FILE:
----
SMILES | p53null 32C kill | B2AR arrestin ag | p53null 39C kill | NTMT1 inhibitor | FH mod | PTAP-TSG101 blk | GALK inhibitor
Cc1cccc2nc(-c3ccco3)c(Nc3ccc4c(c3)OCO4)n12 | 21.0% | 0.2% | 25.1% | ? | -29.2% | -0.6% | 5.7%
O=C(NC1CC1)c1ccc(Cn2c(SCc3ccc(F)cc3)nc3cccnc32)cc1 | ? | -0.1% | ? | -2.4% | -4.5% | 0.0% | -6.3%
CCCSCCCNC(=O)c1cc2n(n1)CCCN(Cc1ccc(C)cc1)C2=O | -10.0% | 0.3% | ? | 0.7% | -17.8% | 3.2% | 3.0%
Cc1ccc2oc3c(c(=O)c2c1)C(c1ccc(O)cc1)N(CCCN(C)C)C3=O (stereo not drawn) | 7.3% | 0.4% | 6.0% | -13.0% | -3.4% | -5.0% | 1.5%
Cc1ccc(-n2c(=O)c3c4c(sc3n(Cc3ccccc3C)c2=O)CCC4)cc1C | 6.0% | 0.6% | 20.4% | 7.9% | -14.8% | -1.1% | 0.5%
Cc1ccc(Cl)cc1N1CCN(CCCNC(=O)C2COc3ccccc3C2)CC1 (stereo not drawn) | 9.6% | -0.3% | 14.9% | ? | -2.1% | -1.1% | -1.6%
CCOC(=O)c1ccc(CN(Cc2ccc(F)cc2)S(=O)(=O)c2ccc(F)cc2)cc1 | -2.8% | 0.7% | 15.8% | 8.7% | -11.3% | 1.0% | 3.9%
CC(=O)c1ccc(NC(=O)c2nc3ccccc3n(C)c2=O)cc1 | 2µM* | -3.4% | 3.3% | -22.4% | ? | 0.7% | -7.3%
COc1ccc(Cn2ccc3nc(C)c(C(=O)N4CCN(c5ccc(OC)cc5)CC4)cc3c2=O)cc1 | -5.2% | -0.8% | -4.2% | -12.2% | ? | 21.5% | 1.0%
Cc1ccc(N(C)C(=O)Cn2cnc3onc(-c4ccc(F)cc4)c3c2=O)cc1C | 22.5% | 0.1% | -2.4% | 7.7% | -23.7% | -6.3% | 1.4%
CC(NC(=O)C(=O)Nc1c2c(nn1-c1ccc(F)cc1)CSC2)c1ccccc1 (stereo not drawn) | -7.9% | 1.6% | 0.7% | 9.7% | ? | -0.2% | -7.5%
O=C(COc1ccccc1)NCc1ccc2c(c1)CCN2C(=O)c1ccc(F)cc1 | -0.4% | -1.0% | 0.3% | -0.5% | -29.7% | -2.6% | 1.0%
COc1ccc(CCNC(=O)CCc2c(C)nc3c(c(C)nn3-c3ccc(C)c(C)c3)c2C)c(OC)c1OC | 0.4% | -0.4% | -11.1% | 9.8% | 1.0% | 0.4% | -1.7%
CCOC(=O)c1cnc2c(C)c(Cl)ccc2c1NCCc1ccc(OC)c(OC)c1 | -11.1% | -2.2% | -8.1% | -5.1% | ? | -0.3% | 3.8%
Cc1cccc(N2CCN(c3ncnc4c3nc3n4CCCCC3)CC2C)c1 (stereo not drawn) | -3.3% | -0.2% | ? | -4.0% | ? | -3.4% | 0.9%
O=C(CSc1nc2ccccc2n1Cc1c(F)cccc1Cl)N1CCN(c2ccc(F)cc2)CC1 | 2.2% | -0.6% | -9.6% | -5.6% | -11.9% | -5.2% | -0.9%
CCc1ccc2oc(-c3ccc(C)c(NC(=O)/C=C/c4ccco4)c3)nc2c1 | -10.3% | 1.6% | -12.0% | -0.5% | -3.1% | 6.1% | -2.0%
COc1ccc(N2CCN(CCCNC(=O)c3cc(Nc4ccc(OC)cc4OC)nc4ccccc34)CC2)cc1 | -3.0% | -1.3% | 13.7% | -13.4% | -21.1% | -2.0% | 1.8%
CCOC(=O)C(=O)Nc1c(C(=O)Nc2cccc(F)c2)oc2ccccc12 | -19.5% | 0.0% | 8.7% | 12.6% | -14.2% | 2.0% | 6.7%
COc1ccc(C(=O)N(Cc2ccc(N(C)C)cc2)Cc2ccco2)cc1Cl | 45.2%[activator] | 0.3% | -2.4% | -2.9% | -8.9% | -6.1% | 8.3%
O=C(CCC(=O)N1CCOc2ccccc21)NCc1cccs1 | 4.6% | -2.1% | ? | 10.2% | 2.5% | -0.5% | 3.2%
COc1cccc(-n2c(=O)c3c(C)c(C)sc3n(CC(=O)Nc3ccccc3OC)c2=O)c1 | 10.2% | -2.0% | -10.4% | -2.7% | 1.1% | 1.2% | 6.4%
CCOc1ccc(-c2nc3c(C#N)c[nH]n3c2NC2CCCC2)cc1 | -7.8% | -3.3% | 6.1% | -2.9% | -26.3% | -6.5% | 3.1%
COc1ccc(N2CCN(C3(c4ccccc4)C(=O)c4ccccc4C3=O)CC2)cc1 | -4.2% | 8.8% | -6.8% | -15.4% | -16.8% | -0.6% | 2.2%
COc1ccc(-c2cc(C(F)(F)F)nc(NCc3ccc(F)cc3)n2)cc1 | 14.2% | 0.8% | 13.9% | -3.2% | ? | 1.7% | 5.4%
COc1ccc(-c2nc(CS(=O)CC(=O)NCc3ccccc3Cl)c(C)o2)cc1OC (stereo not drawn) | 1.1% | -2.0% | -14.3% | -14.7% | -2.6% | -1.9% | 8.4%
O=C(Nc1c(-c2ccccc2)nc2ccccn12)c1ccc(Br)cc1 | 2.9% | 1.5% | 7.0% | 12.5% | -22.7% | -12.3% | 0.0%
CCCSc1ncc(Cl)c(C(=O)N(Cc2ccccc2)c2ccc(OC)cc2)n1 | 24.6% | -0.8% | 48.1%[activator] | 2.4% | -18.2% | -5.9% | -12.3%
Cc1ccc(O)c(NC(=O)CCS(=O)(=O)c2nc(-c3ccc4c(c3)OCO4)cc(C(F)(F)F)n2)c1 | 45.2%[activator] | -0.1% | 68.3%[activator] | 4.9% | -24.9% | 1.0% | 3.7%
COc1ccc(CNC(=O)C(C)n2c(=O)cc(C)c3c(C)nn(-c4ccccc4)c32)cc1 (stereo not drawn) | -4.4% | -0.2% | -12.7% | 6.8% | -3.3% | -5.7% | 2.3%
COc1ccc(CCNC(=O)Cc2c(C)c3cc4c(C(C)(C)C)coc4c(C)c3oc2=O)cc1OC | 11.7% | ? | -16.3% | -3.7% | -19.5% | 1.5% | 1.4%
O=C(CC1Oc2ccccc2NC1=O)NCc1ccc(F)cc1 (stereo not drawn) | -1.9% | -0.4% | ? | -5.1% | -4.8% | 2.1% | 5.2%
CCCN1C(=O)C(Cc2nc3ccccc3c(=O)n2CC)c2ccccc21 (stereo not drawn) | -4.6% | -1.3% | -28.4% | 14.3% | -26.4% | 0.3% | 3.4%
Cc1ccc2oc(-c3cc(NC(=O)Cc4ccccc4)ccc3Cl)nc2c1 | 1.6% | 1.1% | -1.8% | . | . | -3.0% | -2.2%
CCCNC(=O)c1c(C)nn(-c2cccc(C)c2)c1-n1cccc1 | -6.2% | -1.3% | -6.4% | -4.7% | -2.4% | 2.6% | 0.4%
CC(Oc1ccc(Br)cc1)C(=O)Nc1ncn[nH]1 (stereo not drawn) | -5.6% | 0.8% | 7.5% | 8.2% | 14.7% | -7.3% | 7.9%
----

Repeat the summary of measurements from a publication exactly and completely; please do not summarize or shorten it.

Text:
SMILES | p53null 32C kill | B2AR arrestin ag | p53null 39C kill | NTMT1 inhibitor | FH mod | PTAP-TSG101 blk | GALK inhibitor
Cc1cccc2nc(-c3ccco3)c(Nc3ccc4c(c3)OCO4)n12 | 21.0% | 0.2% | 25.1% | ? | -29.2% | -0.6% | 5.7%
O=C(NC1CC1)c1ccc(Cn2c(SCc3ccc(F)cc3)nc3cccnc32)cc1 | ? | -0.1% | ? | -2.4% | -4.5% | 0.0% | -6.3%
CCCSCCCNC(=O)c1cc2n(n1)CCCN(Cc1ccc(C)cc1)C2=O | -10.0% | 0.3% | ? | 0.7% | -17.8% | 3.2% | 3.0%
Cc1ccc2oc3c(c(=O)c2c1)C(c1ccc(O)cc1)N(CCCN(C)C)C3=O (stereo not drawn) | 7.3% | 0.4% | 6.0% | -13.0% | -3.4% | -5.0% | 1.5%
Cc1ccc(-n2c(=O)c3c4c(sc3n(Cc3ccccc3C)c2=O)CCC4)cc1C | 6.0% | 0.6% | 20.4% | 7.9% | -14.8% | -1.1% | 0.5%
Cc1ccc(Cl)cc1N1CCN(CCCNC(=O)C2COc3ccccc3C2)CC1 (stereo not drawn) | 9.6% | -0.3% | 14.9% | ? | -2.1% | -1.1% | -1.6%
CCOC(=O)c1ccc(CN(Cc2ccc(F)cc2)S(=O)(=O)c2ccc(F)cc2)cc1 | -2.8% | 0.7% | 15.8% | 8.7% | -11.3% | 1.0% | 3.9%
CC(=O)c1ccc(NC(=O)c2nc3ccccc3n(C)c2=O)cc1 | 2µM* | -3.4% | 3.3% | -22.4% | ? | 0.7% | -7.3%
COc1ccc(Cn2ccc3nc(C)c(C(=O)N4CCN(c5ccc(OC)cc5)CC4)cc3c2=O)cc1 | -5.2% | -0.8% | -4.2% | -12.2% | ? | 21.5% | 1.0%
Cc1ccc(N(C)C(=O)Cn2cnc3onc(-c4ccc(F)cc4)c3c2=O)cc1C | 22.5% | 0.1% | -2.4% | 7.7% | -23.7% | -6.3% | 1.4%
CC(NC(=O)C(=O)Nc1c2c(nn1-c1ccc(F)cc1)CSC2)c1ccccc1 (stereo not drawn) | -7.9% | 1.6% | 0.7% | 9.7% | ? | -0.2% | -7.5%
O=C(COc1ccccc1)NCc1ccc2c(c1)CCN2C(=O)c1ccc(F)cc1 | -0.4% | -1.0% | 0.3% | -0.5% | -29.7% | -2.6% | 1.0%
COc1ccc(CCNC(=O)CCc2c(C)nc3c(c(C)nn3-c3ccc(C)c(C)c3)c2C)c(OC)c1OC | 0.4% | -0.4% | -11.1% | 9.8% | 1.0% | 0.4% | -1.7%
CCOC(=O)c1cnc2c(C)c(Cl)ccc2c1NCCc1ccc(OC)c(OC)c1 | -11.1% | -2.2% | -8.1% | -5.1% | ? | -0.3% | 3.8%
Cc1cccc(N2CCN(c3ncnc4c3nc3n4CCCCC3)CC2C)c1 (stereo not drawn) | -3.3% | -0.2% | ? | -4.0% | ? | -3.4% | 0.9%
O=C(CSc1nc2ccccc2n1Cc1c(F)cccc1Cl)N1CCN(c2ccc(F)cc2)CC1 | 2.2% | -0.6% | -9.6% | -5.6% | -11.9% | -5.2% | -0.9%
CCc1ccc2oc(-c3ccc(C)c(NC(=O)/C=C/c4ccco4)c3)nc2c1 | -10.3% | 1.6% | -12.0% | -0.5% | -3.1% | 6.1% | -2.0%
COc1ccc(N2CCN(CCCNC(=O)c3cc(Nc4ccc(OC)cc4OC)nc4ccccc34)CC2)cc1 | -3.0% | -1.3% | 13.7% | -13.4% | -21.1% | -2.0% | 1.8%
CCOC(=O)C(=O)Nc1c(C(=O)Nc2cccc(F)c2)oc2ccccc12 | -19.5% | 0.0% | 8.7% | 12.6% | -14.2% | 2.0% | 6.7%
COc1ccc(C(=O)N(Cc2ccc(N(C)C)cc2)Cc2ccco2)cc1Cl | 45.2%[activator] | 0.3% | -2.4% | -2.9% | -8.9% | -6.1% | 8.3%
O=C(CCC(=O)N1CCOc2ccccc21)NCc1cccs1 | 4.6% | -2.1% | ? | 10.2% | 2.5% | -0.5% | 3.2%
COc1cccc(-n2c(=O)c3c(C)c(C)sc3n(CC(=O)Nc3ccccc3OC)c2=O)c1 | 10.2% | -2.0% | -10.4% | -2.7% | 1.1% | 1.2% | 6.4%
CCOc1ccc(-c2nc3c(C#N)c[nH]n3c2NC2CCCC2)cc1 | -7.8% | -3.3% | 6.1% | -2.9% | -26.3% | -6.5% | 3.1%
COc1ccc(N2CCN(C3(c4ccccc4)C(=O)c4ccccc4C3=O)CC2)cc1 | -4.2% | 8.8% | -6.8% | -15.4% | -16.8% | -0.6% | 2.2%
COc1ccc(-c2cc(C(F)(F)F)nc(NCc3ccc(F)cc3)n2)cc1 | 14.2% | 0.8% | 13.9% | -3.2% | ? | 1.7% | 5.4%
COc1ccc(-c2nc(CS(=O)CC(=O)NCc3ccccc3Cl)c(C)o2)cc1OC (stereo not drawn) | 1.1% | -2.0% | -14.3% | -14.7% | -2.6% | -1.9% | 8.4%
O=C(Nc1c(-c2ccccc2)nc2ccccn12)c1ccc(Br)cc1 | 2.9% | 1.5% | 7.0% | 12.5% | -22.7% | -12.3% | 0.0%
CCCSc1ncc(Cl)c(C(=O)N(Cc2ccccc2)c2ccc(OC)cc2)n1 | 24.6% | -0.8% | 48.1%[activator] | 2.4% | -18.2% | -5.9% | -12.3%
Cc1ccc(O)c(NC(=O)CCS(=O)(=O)c2nc(-c3ccc4c(c3)OCO4)cc(C(F)(F)F)n2)c1 | 45.2%[activator] | -0.1% | 68.3%[activator] | 4.9% | -24.9% | 1.0% | 3.7%
COc1ccc(CNC(=O)C(C)n2c(=O)cc(C)c3c(C)nn(-c4ccccc4)c32)cc1 (stereo not drawn) | -4.4% | -0.2% | -12.7% | 6.8% | -3.3% | -5.7% | 2.3%
COc1ccc(CCNC(=O)Cc2c(C)c3cc4c(C(C)(C)C)coc4c(C)c3oc2=O)cc1OC | 11.7% | ? | -16.3% | -3.7% | -19.5% | 1.5% | 1.4%
O=C(CC1Oc2ccccc2NC1=O)NCc1ccc(F)cc1 (stereo not drawn) | -1.9% | -0.4% | ? | -5.1% | -4.8% | 2.1% | 5.2%
CCCN1C(=O)C(Cc2nc3ccccc3c(=O)n2CC)c2ccccc21 (stereo not drawn) | -4.6% | -1.3% | -28.4% | 14.3% | -26.4% | 0.3% | 3.4%
Cc1ccc2oc(-c3cc(NC(=O)Cc4ccccc4)ccc3Cl)nc2c1 | 1.6% | 1.1% | -1.8% | . | . | -3.0% | -2.2%
CCCNC(=O)c1c(C)nn(-c2cccc(C)c2)c1-n1cccc1 | -6.2% | -1.3% | -6.4% | -4.7% | -2.4% | 2.6% | 0.4%
CC(Oc1ccc(Br)cc1)C(=O)Nc1ncn[nH]1 (stereo not drawn) | -5.6% | 0.8% | 7.5% | 8.2% | 14.7% | -7.3% | 7.9%